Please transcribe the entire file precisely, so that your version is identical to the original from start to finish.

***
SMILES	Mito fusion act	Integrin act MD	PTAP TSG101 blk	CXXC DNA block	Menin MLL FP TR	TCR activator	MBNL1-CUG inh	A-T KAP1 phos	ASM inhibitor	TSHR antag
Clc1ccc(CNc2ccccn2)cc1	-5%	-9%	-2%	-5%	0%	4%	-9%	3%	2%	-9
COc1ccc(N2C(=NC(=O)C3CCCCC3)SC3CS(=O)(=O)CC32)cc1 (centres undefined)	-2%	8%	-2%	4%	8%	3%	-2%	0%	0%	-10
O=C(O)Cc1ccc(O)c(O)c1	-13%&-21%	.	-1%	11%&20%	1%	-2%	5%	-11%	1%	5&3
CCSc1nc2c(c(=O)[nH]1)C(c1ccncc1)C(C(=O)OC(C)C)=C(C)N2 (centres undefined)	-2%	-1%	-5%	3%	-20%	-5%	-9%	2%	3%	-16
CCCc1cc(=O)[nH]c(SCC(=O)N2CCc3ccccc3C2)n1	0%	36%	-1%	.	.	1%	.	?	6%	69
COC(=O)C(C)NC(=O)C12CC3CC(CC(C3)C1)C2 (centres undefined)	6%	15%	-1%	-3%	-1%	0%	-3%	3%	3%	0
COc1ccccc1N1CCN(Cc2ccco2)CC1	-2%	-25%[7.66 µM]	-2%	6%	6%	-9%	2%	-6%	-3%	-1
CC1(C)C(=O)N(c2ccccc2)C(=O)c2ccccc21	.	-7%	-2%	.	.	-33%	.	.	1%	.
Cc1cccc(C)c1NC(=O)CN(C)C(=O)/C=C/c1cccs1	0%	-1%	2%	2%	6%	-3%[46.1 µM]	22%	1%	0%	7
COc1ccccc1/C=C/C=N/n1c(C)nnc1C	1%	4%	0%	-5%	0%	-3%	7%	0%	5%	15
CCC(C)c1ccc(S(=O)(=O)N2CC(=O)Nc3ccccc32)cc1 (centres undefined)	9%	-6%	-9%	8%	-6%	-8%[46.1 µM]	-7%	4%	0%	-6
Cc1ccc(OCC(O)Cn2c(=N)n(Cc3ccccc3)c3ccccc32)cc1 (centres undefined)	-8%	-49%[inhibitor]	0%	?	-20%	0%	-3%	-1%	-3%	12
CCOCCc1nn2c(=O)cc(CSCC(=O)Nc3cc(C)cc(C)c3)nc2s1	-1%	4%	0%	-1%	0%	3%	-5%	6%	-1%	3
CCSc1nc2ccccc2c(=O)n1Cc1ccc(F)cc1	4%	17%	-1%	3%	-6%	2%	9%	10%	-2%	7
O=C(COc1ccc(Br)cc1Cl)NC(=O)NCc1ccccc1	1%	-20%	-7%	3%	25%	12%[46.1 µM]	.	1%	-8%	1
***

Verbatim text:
SMILES	Mito fusion act	Integrin act MD	PTAP TSG101 blk	CXXC DNA block	Menin MLL FP TR	TCR activator	MBNL1-CUG inh	A-T KAP1 phos	ASM inhibitor	TSHR antag
Clc1ccc(CNc2ccccn2)cc1	-5%	-9%	-2%	-5%	0%	4%	-9%	3%	2%	-9
COc1ccc(N2C(=NC(=O)C3CCCCC3)SC3CS(=O)(=O)CC32)cc1 (centres undefined)	-2%	8%	-2%	4%	8%	3%	-2%	0%	0%	-10
O=C(O)Cc1ccc(O)c(O)c1	-13%&-21%	.	-1%	11%&20%	1%	-2%	5%	-11%	1%	5&3
CCSc1nc2c(c(=O)[nH]1)C(c1ccncc1)C(C(=O)OC(C)C)=C(C)N2 (centres undefined)	-2%	-1%	-5%	3%	-20%	-5%	-9%	2%	3%	-16
CCCc1cc(=O)[nH]c(SCC(=O)N2CCc3ccccc3C2)n1	0%	36%	-1%	.	.	1%	.	?	6%	69
COC(=O)C(C)NC(=O)C12CC3CC(CC(C3)C1)C2 (centres undefined)	6%	15%	-1%	-3%	-1%	0%	-3%	3%	3%	0
COc1ccccc1N1CCN(Cc2ccco2)CC1	-2%	-25%[7.66 µM]	-2%	6%	6%	-9%	2%	-6%	-3%	-1
CC1(C)C(=O)N(c2ccccc2)C(=O)c2ccccc21	.	-7%	-2%	.	.	-33%	.	.	1%	.
Cc1cccc(C)c1NC(=O)CN(C)C(=O)/C=C/c1cccs1	0%	-1%	2%	2%	6%	-3%[46.1 µM]	22%	1%	0%	7
COc1ccccc1/C=C/C=N/n1c(C)nnc1C	1%	4%	0%	-5%	0%	-3%	7%	0%	5%	15
CCC(C)c1ccc(S(=O)(=O)N2CC(=O)Nc3ccccc32)cc1 (centres undefined)	9%	-6%	-9%	8%	-6%	-8%[46.1 µM]	-7%	4%	0%	-6
Cc1ccc(OCC(O)Cn2c(=N)n(Cc3ccccc3)c3ccccc32)cc1 (centres undefined)	-8%	-49%[inhibitor]	0%	?	-20%	0%	-3%	-1%	-3%	12
CCOCCc1nn2c(=O)cc(CSCC(=O)Nc3cc(C)cc(C)c3)nc2s1	-1%	4%	0%	-1%	0%	3%	-5%	6%	-1%	3
CCSc1nc2ccccc2c(=O)n1Cc1ccc(F)cc1	4%	17%	-1%	3%	-6%	2%	9%	10%	-2%	7
O=C(COc1ccc(Br)cc1Cl)NC(=O)NCc1ccccc1	1%	-20%	-7%	3%	25%	12%[46.1 µM]	.	1%	-8%	1